units of caribou for the Committee on the Status

of Endangered Wildlife in Canada

CARRIE COCKBURN/THE GLOBE AND MAIL,

SOURCES: CANADIAN GEOGRAPHIC; ENVIRONMENT CANADA;

ALBERTA ENERGY

BOREAL WOODLAND CARIBOU RANGE

IN ALBERTA

The boreal woodland caribou's population has seriously

declined and its status is now threatened.* The population

is estimated to be 33,000 Canadawide.

Boreal woodland caribou range

Other caribou populations’ ranges

KEY

Oil sands area

Fort

McMurray

Edmonton

ALBERTA

Calgary

0

100

KM

Boreal woodland caribou

*Based on assessments of 11 distinct population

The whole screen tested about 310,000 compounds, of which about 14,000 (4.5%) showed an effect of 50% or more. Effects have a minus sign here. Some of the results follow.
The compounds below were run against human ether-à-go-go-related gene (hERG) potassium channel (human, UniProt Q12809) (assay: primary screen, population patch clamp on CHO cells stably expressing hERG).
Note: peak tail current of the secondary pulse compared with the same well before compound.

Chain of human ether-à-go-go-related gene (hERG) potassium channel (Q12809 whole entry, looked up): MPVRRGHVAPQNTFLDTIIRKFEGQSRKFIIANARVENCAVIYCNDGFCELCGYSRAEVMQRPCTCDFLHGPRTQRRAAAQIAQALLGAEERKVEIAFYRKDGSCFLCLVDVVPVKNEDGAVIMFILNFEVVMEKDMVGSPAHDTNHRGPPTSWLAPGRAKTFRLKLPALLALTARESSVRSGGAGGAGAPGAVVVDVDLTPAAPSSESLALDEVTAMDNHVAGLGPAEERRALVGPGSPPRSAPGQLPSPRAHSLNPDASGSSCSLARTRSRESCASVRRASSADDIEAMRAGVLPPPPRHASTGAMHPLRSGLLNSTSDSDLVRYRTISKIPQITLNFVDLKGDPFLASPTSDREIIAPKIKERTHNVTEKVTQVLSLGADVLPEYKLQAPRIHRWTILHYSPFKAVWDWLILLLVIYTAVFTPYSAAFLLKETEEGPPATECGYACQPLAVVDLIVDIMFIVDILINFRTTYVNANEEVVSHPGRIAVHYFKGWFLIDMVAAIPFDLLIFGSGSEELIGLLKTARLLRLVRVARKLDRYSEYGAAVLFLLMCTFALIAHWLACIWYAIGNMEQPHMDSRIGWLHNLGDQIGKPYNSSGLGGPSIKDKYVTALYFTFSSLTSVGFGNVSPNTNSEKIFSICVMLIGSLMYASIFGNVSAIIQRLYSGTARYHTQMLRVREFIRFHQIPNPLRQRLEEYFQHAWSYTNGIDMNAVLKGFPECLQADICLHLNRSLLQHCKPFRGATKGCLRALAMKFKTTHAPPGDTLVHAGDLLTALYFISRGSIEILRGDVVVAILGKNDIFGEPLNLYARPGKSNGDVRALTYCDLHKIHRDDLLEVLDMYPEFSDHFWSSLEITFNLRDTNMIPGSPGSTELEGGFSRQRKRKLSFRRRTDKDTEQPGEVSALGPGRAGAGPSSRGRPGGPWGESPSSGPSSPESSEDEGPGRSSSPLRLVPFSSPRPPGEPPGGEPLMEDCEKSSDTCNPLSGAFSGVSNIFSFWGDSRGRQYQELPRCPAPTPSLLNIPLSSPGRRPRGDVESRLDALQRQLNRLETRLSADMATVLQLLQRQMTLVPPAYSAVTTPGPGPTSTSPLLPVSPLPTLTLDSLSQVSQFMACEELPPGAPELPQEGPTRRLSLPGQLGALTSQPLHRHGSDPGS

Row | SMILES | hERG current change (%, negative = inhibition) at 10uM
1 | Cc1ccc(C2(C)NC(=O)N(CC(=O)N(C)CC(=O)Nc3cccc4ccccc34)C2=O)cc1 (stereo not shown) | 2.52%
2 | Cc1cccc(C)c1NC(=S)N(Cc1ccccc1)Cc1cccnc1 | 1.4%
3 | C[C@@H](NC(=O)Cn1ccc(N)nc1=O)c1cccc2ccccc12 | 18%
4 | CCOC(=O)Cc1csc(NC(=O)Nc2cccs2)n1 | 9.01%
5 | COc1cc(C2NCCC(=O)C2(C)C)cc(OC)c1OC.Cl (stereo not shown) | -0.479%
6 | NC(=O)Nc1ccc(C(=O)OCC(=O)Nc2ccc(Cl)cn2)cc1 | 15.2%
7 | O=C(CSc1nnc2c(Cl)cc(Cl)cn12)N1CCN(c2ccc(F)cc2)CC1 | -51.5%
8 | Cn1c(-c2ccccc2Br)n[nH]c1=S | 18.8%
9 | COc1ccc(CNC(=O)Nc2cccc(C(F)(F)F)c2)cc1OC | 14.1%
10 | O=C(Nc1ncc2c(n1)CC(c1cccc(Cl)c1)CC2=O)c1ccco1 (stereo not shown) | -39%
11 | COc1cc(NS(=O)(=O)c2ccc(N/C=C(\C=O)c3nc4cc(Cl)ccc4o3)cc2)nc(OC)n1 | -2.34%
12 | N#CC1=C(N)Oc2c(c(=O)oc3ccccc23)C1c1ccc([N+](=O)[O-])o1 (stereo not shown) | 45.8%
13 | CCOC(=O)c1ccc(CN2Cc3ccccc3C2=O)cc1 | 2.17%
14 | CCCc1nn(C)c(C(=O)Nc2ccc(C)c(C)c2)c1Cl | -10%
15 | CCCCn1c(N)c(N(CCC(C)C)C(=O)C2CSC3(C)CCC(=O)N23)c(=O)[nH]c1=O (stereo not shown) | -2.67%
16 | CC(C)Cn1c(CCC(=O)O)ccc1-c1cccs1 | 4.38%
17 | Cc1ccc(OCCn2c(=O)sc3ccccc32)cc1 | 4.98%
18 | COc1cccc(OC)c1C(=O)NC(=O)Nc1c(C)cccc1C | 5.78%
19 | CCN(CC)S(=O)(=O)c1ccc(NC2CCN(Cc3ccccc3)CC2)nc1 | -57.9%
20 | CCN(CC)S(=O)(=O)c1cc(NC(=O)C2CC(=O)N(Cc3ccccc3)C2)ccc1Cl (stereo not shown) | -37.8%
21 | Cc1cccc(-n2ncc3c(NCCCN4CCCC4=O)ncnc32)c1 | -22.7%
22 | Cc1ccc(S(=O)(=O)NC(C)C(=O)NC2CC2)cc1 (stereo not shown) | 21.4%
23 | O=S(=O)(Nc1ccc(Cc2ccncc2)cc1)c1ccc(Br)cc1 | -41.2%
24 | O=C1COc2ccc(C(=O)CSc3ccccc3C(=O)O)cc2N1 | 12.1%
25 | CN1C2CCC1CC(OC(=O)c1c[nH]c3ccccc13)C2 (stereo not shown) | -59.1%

units of caribou for the Committee on the Status

of Endangered Wildlife in Canada

CARRIE COCKBURN/THE GLOBE AND MAIL,

SOURCES: CANADIAN GEOGRAPHIC; ENVIRONMENT

CANADA; ALBERTA ENERGY

BOREAL WOODLAND CARIBOU RANGE IN ALBERTA

The boreal woodland caribou's population has seriously declined and its status is now

threatened.* The population is estimated to be 33,000 Canadawide.

Boreal woodland caribou range

KEY

Other caribou populations’ ranges

Oil sands area

Fort

McMurray

Edmonton

ALBERTA

Calgary

0

100

Boreal woodland caribou

KM

*Based on assessments of 11 distinct population units of caribou for the Committee on the

Status of Endangered Wildlife in Canada

CARRIE COCKBURN/THE GLOBE AND MAIL, SOURCES: CANADIAN GEOGRAPHIC;

ENVIRONMENT CANADA; ALBERTA ENERGY